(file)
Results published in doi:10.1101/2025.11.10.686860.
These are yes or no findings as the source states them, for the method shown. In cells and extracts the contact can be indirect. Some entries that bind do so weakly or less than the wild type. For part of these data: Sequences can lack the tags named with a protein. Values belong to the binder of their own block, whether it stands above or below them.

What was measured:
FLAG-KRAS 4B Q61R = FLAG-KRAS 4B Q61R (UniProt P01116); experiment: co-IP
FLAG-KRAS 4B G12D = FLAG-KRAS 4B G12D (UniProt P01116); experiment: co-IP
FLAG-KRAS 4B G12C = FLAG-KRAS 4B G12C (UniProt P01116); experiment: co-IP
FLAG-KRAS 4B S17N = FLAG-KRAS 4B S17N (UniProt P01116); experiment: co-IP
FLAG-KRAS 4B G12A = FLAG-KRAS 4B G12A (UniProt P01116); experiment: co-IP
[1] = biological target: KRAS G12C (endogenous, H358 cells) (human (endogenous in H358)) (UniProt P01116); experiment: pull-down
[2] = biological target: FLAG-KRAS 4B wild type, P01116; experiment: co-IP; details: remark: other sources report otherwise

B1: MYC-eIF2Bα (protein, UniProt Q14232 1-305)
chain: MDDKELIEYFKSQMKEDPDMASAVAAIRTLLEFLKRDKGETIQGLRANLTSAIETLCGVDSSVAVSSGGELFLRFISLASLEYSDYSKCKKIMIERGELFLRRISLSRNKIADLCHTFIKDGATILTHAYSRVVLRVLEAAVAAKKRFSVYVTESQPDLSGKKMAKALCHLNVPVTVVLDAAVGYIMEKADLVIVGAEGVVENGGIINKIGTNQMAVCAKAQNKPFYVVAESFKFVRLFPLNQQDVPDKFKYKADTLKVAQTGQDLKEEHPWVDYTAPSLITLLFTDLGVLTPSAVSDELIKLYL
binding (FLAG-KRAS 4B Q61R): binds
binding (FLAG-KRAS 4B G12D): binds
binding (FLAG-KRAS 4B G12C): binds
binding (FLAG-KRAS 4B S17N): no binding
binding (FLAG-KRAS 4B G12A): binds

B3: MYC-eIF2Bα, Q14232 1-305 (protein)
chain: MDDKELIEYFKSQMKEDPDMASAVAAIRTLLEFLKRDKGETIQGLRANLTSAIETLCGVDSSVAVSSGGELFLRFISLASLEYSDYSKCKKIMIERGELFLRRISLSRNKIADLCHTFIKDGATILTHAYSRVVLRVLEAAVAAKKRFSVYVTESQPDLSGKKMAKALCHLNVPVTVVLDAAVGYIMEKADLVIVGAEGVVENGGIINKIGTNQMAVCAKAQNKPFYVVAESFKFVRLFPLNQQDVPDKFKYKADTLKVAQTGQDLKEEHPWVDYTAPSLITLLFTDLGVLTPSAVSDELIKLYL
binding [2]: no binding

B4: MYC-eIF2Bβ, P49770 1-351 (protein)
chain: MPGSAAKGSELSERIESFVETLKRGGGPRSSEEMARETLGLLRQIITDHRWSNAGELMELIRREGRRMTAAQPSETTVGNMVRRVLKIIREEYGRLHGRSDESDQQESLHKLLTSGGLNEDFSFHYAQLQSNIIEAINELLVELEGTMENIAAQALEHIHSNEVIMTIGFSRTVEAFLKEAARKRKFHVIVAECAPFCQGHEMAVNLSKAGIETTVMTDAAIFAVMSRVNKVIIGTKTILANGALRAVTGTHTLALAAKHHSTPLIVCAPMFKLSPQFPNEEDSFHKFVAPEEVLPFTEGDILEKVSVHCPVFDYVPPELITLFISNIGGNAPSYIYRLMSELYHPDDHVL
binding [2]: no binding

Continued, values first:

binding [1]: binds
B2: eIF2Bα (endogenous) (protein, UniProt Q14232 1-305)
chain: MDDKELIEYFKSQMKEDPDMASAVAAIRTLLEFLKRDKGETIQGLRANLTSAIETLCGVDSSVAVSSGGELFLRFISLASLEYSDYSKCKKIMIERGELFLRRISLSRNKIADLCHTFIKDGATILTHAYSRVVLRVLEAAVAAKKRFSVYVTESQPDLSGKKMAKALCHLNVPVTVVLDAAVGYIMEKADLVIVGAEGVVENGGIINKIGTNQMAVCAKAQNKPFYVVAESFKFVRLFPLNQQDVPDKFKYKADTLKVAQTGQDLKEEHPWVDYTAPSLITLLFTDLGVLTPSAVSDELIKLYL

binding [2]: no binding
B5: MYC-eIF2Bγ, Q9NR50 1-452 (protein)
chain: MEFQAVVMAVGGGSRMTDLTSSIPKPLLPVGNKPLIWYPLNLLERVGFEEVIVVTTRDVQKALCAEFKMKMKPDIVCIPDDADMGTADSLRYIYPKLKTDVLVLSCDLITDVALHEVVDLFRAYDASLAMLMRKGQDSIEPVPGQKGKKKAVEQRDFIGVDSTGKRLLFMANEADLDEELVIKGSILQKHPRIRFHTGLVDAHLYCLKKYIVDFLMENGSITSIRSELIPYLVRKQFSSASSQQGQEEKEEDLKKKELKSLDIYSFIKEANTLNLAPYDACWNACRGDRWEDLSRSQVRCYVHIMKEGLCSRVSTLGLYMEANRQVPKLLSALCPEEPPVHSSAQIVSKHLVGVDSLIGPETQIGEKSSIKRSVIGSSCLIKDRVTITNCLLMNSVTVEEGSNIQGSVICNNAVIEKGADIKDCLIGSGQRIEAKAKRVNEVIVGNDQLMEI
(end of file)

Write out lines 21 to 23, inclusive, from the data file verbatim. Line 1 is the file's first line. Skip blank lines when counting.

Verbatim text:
B4: MYC-eIF2Bβ, P49770 1-351 (protein)
chain: MPGSAAKGSELSERIESFVETLKRGGGPRSSEEMARETLGLLRQIITDHRWSNAGELMELIRREGRRMTAAQPSETTVGNMVRRVLKIIREEYGRLHGRSDESDQQESLHKLLTSGGLNEDFSFHYAQLQSNIIEAINELLVELEGTMENIAAQALEHIHSNEVIMTIGFSRTVEAFLKEAARKRKFHVIVAECAPFCQGHEMAVNLSKAGIETTVMTDAAIFAVMSRVNKVIIGTKTILANGALRAVTGTHTLALAAKHHSTPLIVCAPMFKLSPQFPNEEDSFHKFVAPEEVLPFTEGDILEKVSVHCPVFDYVPPELITLFISNIGGNAPSYIYRLMSELYHPDDHVL
binding [2]: no binding